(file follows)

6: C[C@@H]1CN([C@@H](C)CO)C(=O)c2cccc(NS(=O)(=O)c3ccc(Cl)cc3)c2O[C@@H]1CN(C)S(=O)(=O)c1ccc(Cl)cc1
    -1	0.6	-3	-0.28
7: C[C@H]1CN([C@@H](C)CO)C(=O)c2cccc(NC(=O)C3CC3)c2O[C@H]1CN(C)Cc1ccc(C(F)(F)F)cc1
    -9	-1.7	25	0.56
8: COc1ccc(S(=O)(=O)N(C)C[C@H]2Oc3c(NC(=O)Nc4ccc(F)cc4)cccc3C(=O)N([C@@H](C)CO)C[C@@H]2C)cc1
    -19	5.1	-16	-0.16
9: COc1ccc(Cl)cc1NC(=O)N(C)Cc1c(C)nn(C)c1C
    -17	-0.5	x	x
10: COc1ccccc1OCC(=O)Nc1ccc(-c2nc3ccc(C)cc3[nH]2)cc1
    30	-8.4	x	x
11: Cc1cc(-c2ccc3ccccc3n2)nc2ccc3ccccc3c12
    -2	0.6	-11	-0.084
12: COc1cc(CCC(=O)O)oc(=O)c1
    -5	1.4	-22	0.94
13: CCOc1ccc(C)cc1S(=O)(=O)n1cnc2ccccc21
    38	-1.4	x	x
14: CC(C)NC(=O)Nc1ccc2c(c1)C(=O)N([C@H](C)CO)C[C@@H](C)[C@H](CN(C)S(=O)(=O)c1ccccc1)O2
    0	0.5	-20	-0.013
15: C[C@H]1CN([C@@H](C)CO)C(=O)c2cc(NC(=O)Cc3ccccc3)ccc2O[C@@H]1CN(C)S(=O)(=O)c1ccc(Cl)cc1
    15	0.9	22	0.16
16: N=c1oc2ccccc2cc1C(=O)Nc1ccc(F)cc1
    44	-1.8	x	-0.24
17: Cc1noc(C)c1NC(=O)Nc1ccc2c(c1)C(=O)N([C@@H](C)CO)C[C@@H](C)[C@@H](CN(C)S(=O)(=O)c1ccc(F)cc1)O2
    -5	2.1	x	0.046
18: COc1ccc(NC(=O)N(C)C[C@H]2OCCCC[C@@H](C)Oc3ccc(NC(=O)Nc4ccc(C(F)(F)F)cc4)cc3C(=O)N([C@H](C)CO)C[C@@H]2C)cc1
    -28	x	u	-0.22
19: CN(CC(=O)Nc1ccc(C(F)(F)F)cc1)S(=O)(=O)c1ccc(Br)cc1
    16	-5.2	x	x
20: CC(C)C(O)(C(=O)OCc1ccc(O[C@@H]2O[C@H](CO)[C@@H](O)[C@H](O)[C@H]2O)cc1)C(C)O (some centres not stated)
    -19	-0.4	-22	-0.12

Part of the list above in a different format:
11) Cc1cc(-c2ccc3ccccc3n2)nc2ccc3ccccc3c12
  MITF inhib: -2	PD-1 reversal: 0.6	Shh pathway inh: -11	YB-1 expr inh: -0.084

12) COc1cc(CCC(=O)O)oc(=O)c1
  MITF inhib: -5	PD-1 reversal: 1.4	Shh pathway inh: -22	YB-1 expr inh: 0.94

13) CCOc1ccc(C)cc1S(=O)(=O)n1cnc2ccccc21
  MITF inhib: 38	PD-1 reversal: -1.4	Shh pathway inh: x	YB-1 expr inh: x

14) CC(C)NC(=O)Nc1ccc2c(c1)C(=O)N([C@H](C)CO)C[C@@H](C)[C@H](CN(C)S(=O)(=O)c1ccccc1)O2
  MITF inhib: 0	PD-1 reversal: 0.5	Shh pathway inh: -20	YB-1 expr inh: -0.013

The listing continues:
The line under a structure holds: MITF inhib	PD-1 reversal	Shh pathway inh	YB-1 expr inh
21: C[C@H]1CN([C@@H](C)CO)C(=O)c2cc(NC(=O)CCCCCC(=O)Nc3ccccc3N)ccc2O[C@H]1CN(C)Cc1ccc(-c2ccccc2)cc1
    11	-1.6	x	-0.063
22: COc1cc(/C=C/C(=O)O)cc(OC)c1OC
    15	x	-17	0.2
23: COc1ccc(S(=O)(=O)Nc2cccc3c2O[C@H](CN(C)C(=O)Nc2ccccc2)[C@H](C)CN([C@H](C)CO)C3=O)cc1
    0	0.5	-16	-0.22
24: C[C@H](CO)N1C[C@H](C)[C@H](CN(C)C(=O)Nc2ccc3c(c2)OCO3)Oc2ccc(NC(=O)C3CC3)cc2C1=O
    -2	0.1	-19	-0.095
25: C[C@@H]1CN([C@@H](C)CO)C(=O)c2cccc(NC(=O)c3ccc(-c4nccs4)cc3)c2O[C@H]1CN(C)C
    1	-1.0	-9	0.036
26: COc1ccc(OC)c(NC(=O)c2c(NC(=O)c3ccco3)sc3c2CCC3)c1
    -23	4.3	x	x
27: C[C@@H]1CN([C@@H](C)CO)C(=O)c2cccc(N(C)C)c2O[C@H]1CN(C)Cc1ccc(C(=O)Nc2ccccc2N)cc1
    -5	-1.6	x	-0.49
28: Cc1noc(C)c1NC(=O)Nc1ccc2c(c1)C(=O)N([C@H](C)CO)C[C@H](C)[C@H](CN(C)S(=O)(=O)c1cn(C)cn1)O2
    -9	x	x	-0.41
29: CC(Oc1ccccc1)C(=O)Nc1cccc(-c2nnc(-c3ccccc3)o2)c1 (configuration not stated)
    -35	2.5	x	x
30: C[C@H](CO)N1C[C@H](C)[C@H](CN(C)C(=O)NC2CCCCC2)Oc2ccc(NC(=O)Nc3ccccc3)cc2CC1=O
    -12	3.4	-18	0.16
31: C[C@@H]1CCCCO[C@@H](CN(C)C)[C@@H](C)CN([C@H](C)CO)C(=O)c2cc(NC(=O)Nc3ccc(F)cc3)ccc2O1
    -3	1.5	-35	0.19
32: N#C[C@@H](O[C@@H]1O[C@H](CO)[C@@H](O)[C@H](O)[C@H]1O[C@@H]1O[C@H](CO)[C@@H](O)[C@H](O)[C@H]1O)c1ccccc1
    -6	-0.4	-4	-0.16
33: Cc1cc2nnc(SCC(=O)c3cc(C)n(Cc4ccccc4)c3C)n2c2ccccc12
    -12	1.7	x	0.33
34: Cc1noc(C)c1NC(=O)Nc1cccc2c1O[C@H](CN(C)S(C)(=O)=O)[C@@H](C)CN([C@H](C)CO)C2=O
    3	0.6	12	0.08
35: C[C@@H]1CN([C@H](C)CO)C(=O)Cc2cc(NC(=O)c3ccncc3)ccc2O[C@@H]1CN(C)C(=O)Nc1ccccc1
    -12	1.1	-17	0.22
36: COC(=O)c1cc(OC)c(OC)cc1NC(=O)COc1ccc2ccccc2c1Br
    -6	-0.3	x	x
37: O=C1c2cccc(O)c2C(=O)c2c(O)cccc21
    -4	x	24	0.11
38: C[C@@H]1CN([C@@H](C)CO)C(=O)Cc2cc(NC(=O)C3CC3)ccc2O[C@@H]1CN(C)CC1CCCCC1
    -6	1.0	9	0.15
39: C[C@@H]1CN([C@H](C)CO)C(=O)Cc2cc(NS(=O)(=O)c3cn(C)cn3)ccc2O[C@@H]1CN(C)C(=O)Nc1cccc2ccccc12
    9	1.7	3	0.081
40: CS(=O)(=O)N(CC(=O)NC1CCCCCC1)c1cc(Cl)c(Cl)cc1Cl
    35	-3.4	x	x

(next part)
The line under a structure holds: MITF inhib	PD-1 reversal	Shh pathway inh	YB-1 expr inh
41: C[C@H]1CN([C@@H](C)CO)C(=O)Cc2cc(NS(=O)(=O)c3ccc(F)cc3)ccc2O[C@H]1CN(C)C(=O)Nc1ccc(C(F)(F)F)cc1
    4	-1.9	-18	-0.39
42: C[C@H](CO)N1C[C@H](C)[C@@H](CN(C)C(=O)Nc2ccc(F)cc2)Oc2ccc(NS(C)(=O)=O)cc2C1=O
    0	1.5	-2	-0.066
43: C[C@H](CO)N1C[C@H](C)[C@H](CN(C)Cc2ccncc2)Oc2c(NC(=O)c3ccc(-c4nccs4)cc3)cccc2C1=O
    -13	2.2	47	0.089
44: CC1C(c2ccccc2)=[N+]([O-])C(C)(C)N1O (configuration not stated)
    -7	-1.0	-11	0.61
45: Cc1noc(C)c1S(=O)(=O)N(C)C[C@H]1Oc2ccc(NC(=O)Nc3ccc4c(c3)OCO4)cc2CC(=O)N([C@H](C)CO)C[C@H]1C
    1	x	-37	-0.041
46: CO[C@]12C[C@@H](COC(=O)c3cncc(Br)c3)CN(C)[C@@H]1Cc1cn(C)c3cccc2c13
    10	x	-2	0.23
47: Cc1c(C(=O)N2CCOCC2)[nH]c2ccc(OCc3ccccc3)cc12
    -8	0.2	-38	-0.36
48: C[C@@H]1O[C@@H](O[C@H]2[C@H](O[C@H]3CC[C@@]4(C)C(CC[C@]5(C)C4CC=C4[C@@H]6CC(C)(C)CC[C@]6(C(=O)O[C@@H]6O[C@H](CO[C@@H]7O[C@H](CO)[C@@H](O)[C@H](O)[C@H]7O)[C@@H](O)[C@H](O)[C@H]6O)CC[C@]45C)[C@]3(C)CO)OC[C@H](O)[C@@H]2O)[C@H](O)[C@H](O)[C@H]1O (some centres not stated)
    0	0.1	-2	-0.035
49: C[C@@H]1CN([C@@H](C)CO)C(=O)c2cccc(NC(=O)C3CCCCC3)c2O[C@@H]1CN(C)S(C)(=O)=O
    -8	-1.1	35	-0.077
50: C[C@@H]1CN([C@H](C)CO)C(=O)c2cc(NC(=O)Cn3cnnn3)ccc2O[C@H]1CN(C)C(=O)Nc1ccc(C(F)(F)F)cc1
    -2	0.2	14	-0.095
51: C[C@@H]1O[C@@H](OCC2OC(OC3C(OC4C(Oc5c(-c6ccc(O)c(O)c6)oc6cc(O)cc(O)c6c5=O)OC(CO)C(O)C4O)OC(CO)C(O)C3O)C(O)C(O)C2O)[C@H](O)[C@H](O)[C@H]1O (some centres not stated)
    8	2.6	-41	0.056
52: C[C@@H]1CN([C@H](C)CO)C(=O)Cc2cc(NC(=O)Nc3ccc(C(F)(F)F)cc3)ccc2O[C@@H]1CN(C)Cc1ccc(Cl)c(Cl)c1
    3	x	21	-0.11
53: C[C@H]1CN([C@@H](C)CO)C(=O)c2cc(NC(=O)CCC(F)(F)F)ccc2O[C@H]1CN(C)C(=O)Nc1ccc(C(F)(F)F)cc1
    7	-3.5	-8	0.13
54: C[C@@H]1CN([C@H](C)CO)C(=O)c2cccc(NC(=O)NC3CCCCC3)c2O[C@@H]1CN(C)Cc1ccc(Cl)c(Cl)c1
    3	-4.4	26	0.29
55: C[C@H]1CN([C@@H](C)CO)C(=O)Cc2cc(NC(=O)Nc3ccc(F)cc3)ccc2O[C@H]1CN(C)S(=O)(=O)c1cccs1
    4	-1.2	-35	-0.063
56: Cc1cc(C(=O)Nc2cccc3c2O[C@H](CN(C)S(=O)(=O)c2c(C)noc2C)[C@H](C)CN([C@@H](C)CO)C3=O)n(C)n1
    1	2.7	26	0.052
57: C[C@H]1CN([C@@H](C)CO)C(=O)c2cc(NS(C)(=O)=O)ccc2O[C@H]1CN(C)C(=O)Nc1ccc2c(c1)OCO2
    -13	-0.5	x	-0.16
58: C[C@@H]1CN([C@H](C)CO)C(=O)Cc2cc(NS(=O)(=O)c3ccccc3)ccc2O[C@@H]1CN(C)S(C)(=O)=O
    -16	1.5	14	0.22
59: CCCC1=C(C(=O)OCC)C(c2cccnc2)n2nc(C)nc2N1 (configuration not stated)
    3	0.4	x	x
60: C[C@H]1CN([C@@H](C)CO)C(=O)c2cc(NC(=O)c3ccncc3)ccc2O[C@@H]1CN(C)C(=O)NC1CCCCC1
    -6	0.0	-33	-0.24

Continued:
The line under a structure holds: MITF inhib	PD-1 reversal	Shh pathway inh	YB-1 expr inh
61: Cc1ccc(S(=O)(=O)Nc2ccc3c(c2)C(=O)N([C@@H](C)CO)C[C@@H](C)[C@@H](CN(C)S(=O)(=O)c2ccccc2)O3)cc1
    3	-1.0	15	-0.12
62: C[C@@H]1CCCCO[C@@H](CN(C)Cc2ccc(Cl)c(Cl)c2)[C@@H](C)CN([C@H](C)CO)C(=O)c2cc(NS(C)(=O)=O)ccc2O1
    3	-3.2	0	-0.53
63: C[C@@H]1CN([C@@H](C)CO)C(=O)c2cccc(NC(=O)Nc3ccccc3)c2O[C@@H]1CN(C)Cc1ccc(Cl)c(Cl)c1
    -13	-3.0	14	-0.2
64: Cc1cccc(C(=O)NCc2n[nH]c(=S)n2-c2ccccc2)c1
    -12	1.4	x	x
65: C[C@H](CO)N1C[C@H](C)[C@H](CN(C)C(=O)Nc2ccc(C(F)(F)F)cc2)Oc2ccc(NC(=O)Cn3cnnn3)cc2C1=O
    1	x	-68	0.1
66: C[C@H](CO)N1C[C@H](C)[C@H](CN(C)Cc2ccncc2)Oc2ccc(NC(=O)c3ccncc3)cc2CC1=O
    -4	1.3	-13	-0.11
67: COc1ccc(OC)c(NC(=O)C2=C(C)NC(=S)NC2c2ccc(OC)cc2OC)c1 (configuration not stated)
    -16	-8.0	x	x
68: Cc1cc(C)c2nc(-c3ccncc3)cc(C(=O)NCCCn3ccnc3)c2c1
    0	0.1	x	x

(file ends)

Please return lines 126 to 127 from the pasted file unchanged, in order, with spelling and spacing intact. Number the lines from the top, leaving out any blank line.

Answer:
61: Cc1ccc(S(=O)(=O)Nc2ccc3c(c2)C(=O)N([C@@H](C)CO)C[C@@H](C)[C@@H](CN(C)S(=O)(=O)c2ccccc2)O3)cc1
    3	-1.0	15	-0.12